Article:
Joseph Mallord William TurnerStudy for 'An Old Manor-House', for Rogers's 'Poems' c.1830-2

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Artwork details

Artist
Title
Study for 'An Old Manor-House', for Rogers's 'Poems'
Date c.1830-2
MediumGraphite and watercolour on paper
Dimensionssupport: 255 x 352 mm
Collection
Tate
Acquisition Accepted by the nation as part of the Turner Bequest 1856
Reference
D27532
Turner Bequest CCLXXX 15
View this artwork by appointment, at Tate Britain's Prints and Drawings Rooms

Catalogue entry

Joseph Mallord William Turner 1775–1851
Study for ‘An Old Manor-House’, for Rogers’s ‘Poems’ circa 1830–2
D27532
Turner Bequest CCLXXX 15
Pencil and watercolour, approximately 92 x 133 mm on white wove paper, 255 x 352 mm
Inscribed by John Ruskin in red ink ‘(15’ bottom right
Stamped in black ‘CCLXXX 15’ bottom right
Accepted by the nation as part of the Turner Bequest 1856
This is a preliminary study for the finished vignette An Old Manor-House, which was published in the 1834 edition of Rogers’s Poems, as the head-piece to a poem entitled ‘Human Life’ (see Tate D27718; Turner Bequest CCLXXX 201). Jan Piggott has noted that the Tudor style house resembles East Barsham Manor in Norfolk, a place Turner would have known from the topographical series, Architectural Antiquities, to which he had contributed an illustration in 1814.1 If this is the case, the spire to the left is an unrelated addition and Piggott has suggested the shape may be based on Grantham Church, Lincolnshire.2 The design may have been rejected because the structure appeared too grandiose for Rogers’s taste.3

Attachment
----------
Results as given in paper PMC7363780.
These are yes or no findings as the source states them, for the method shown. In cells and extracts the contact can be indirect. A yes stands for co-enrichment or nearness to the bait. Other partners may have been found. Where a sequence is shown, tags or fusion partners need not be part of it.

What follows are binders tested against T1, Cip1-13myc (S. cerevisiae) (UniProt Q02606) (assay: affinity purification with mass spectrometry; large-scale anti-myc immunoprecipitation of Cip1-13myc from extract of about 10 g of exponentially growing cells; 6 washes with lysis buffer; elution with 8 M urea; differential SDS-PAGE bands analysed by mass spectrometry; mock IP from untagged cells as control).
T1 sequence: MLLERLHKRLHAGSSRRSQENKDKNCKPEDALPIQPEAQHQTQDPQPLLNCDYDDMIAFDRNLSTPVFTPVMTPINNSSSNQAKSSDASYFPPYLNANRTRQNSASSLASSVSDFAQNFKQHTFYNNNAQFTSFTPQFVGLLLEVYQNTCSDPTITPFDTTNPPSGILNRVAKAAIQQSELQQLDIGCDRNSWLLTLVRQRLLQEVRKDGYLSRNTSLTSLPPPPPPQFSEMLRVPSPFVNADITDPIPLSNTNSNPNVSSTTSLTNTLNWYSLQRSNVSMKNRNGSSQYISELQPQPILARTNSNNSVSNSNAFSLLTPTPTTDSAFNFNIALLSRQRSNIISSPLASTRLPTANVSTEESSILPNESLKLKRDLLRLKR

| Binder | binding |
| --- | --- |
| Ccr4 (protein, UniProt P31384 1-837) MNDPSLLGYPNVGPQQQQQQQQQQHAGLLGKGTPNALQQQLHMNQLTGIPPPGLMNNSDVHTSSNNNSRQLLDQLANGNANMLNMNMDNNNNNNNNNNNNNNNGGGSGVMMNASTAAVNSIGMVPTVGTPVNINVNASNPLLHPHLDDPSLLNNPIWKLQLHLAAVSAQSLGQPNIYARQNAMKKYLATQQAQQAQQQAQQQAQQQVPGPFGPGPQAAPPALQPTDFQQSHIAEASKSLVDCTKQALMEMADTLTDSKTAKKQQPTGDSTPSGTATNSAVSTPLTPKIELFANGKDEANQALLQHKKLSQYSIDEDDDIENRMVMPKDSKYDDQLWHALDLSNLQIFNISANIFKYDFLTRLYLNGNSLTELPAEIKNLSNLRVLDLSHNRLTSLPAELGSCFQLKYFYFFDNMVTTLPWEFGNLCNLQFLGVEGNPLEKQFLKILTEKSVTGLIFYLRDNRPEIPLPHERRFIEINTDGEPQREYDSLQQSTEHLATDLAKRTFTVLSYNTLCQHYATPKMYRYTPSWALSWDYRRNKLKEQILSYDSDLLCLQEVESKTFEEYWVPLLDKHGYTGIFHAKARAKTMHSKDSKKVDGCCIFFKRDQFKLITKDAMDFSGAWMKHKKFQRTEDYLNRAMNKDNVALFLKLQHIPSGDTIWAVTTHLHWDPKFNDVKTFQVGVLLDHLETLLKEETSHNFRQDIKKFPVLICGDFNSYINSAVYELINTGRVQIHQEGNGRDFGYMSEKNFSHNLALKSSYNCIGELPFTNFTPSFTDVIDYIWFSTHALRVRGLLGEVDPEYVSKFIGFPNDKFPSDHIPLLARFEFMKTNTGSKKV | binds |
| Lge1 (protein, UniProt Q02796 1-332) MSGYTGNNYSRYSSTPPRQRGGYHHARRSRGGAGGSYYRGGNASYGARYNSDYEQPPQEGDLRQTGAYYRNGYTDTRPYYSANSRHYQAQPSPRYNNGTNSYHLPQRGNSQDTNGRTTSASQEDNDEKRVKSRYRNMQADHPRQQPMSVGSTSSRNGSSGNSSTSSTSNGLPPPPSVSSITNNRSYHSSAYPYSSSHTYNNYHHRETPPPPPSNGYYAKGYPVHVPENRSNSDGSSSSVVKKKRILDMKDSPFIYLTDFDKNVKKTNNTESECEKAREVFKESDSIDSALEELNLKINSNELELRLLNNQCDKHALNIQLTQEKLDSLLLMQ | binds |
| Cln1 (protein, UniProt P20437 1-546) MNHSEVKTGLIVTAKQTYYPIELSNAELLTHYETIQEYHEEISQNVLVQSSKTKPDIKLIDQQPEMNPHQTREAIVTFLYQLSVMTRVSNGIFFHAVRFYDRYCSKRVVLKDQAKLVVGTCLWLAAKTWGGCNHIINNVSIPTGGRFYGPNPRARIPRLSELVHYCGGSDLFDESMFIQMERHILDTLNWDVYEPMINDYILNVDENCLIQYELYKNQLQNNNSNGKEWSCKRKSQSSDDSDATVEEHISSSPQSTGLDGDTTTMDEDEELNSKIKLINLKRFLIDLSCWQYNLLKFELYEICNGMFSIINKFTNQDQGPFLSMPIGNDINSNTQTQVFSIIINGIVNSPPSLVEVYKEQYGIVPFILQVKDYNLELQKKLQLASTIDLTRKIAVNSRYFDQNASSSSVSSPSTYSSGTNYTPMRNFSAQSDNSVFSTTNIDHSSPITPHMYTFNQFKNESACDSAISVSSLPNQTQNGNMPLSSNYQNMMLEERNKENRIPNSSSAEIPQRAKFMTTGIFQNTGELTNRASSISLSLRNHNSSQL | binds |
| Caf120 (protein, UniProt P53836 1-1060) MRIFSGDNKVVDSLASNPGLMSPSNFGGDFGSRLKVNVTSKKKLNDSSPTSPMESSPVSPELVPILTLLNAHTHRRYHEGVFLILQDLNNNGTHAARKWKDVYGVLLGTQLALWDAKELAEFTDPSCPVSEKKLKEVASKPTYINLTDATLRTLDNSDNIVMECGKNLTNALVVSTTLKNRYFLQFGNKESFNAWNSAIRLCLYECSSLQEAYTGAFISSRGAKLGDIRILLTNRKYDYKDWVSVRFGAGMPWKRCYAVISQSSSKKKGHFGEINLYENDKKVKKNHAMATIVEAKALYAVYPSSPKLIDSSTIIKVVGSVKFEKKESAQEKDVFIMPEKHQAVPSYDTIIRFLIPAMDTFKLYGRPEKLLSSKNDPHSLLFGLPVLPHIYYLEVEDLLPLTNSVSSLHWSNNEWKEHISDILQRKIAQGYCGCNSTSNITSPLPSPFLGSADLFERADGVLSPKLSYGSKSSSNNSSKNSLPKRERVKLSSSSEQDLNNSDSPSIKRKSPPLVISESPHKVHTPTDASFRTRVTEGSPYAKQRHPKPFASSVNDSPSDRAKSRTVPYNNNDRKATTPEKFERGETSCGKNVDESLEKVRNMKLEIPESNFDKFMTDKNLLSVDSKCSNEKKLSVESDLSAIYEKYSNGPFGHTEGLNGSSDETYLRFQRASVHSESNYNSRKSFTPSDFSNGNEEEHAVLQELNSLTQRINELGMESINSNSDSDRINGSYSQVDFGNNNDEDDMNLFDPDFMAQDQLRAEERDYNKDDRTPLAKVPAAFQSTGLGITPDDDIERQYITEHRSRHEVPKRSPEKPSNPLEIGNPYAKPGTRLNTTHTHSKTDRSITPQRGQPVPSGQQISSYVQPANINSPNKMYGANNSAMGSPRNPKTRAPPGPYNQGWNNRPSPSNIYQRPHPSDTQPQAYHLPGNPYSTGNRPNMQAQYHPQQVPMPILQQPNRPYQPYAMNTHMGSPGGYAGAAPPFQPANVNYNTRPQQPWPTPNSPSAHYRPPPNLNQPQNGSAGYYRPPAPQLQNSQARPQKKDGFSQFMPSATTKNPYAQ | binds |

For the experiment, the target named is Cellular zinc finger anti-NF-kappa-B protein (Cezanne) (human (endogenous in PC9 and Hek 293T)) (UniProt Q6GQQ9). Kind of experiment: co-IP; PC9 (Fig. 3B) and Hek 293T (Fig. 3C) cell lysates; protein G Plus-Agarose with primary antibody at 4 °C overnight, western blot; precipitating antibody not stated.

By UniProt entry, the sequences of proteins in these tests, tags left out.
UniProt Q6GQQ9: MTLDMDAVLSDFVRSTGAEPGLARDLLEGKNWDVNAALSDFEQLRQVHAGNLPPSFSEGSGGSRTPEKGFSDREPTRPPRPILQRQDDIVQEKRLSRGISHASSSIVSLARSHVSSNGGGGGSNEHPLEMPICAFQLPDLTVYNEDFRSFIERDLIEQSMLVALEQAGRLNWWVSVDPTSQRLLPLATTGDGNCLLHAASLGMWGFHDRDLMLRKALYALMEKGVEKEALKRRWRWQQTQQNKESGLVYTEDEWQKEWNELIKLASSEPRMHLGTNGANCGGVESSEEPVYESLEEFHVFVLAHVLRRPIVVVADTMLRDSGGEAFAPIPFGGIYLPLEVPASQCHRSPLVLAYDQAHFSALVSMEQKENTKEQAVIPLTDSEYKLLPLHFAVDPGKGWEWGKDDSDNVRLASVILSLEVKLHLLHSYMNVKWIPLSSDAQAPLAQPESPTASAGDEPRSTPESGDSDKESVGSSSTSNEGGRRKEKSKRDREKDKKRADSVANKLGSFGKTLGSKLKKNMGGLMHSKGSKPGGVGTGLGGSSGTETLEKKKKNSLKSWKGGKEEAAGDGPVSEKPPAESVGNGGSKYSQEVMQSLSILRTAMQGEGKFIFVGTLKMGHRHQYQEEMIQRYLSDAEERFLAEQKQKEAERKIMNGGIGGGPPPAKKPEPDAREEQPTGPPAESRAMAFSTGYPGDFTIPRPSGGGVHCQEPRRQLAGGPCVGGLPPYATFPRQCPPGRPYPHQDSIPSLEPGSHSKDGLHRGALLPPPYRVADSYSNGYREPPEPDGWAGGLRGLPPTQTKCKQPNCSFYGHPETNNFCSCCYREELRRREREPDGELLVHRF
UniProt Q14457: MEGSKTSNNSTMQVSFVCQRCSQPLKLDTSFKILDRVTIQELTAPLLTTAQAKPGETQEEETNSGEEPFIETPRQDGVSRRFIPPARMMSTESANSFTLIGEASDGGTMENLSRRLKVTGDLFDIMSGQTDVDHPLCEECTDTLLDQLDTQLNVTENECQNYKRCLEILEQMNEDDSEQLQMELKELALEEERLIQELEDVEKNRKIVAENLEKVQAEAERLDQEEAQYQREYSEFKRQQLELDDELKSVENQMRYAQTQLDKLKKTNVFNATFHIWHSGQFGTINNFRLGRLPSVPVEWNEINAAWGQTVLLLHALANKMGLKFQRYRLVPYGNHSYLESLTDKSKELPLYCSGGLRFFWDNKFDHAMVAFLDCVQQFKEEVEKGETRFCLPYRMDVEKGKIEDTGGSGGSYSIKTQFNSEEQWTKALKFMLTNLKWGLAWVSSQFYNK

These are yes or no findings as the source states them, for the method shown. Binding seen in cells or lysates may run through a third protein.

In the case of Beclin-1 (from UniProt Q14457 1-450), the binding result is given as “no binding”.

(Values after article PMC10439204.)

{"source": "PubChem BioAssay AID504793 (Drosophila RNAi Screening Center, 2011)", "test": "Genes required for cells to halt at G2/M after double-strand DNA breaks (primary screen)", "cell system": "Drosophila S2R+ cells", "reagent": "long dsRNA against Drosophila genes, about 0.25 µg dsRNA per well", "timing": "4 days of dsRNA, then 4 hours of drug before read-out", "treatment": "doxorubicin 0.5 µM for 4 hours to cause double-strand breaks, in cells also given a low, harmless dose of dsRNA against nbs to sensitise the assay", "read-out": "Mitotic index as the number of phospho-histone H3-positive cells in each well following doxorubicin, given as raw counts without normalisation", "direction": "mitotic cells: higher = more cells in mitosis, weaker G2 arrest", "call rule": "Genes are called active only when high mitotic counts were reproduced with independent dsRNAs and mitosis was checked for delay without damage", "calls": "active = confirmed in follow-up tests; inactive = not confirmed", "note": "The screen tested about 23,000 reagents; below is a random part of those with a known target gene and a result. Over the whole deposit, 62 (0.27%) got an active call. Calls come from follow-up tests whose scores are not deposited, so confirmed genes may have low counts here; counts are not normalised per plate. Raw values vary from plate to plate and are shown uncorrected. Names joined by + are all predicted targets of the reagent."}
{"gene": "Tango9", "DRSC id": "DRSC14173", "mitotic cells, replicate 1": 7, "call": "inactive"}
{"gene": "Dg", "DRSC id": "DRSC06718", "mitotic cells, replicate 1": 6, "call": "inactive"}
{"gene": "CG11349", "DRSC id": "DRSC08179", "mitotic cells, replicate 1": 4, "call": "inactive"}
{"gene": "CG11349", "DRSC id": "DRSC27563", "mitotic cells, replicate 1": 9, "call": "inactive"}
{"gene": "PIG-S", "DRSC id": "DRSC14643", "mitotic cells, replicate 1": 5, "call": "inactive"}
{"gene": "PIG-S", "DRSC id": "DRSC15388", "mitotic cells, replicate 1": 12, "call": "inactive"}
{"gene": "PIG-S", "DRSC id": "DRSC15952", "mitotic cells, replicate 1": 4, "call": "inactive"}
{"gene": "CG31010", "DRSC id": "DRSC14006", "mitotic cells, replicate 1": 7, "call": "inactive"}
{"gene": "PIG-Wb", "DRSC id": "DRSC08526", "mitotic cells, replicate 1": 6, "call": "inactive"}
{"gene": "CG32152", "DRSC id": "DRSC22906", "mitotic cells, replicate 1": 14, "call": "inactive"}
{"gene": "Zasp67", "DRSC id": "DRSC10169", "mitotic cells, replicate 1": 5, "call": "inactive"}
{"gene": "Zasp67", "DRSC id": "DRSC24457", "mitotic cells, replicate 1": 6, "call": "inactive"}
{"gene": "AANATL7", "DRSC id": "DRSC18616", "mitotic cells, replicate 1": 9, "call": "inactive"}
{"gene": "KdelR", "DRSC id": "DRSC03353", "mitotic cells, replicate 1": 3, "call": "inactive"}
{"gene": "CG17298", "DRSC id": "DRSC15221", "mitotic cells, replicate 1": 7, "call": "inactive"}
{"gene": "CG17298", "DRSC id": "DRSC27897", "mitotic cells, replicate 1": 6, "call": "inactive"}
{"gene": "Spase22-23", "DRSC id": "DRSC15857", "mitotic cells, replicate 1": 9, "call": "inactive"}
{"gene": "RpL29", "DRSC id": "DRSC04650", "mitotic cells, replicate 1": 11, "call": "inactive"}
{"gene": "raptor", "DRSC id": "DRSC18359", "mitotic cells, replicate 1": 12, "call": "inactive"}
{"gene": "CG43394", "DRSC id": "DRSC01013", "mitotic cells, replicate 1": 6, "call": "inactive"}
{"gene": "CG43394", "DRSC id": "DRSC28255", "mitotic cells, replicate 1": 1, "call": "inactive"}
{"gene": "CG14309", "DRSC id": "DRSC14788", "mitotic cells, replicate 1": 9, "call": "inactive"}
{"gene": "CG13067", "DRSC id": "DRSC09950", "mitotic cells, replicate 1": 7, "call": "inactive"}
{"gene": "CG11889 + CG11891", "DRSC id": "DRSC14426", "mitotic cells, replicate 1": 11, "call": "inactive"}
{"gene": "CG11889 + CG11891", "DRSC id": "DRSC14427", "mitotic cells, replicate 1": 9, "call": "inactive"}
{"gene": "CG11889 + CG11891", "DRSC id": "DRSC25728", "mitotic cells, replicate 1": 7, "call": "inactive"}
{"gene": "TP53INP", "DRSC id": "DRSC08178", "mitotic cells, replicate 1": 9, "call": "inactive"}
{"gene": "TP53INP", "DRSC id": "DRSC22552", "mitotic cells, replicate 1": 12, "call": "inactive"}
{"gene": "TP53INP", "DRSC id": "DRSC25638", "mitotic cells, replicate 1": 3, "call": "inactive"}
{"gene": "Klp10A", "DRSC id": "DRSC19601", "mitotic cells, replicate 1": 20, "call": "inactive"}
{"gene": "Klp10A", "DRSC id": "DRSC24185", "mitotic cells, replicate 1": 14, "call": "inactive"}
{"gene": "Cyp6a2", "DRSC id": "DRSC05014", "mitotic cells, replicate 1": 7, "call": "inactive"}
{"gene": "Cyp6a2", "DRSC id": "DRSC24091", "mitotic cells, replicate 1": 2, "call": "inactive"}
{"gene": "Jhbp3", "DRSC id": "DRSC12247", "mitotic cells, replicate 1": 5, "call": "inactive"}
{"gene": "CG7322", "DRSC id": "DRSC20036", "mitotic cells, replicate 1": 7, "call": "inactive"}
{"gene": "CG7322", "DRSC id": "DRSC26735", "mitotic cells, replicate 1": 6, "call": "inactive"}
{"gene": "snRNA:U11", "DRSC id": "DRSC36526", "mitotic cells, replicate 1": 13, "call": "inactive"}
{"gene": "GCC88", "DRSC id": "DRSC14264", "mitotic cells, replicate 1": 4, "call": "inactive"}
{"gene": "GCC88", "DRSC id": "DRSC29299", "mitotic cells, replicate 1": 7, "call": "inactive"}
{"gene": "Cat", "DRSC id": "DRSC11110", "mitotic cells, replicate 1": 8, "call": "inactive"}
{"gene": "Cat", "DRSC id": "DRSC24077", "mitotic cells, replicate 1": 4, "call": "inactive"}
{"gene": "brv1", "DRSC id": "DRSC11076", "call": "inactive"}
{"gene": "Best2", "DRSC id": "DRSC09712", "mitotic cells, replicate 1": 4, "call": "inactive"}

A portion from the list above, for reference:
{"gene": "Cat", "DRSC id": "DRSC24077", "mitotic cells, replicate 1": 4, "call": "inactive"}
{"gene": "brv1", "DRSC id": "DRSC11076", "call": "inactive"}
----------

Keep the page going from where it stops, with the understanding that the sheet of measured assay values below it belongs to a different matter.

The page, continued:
The details of the composition also bear some similarity to the background of another finished Poems vignette, A Village Fair (see Tate D27717; Turner Bequest CCLXXX 200). In particular the scene includes the spire of a church, a line of regularly spaced trees and the double towers of a building, half-seen in the distance. Andrew Wilton has observed the resemblance of this church to St James’s church in Louth, Lincolnshire, the subject of Turner’s watercolour, The Horse Fair, Louth, circa 1827 (British Museum),4 engraved for the topographical series Picturesque Views in England and Wales.5
The style and medium of this sketch are typical of Turner’s preparatory studies for Rogers’s Poems, which are made on papers of similar type and dimensions and tend to be executed in pencil and light watercolour wash. Here, Turner has made a fairly elaborate pencil drawing of the manor and blocked in broad areas of colour with wash. Several human figures, as well as trees and shrubbery, appear in the foreground.
1
Piggott 1993, p.84.
2
Ibid., p.95.
3
Ibid., p.84.
4
Andrew Wilton, The Life and Work of J.M.W. Turner, Fribourg 1979, no.809.
5
Andrew Wilton, Turner in the British Museum: Drawings and Watercolours, exhibition catalogue, British Museum, London 1975, p.112.
Verso:
Inscribed by unknown hands in pencil ‘CCLXXX 15’ and ‘AB 117 P | M’ lower right. Also in red ink ‘712’ bottom left

Meredith Gamer
July 2008

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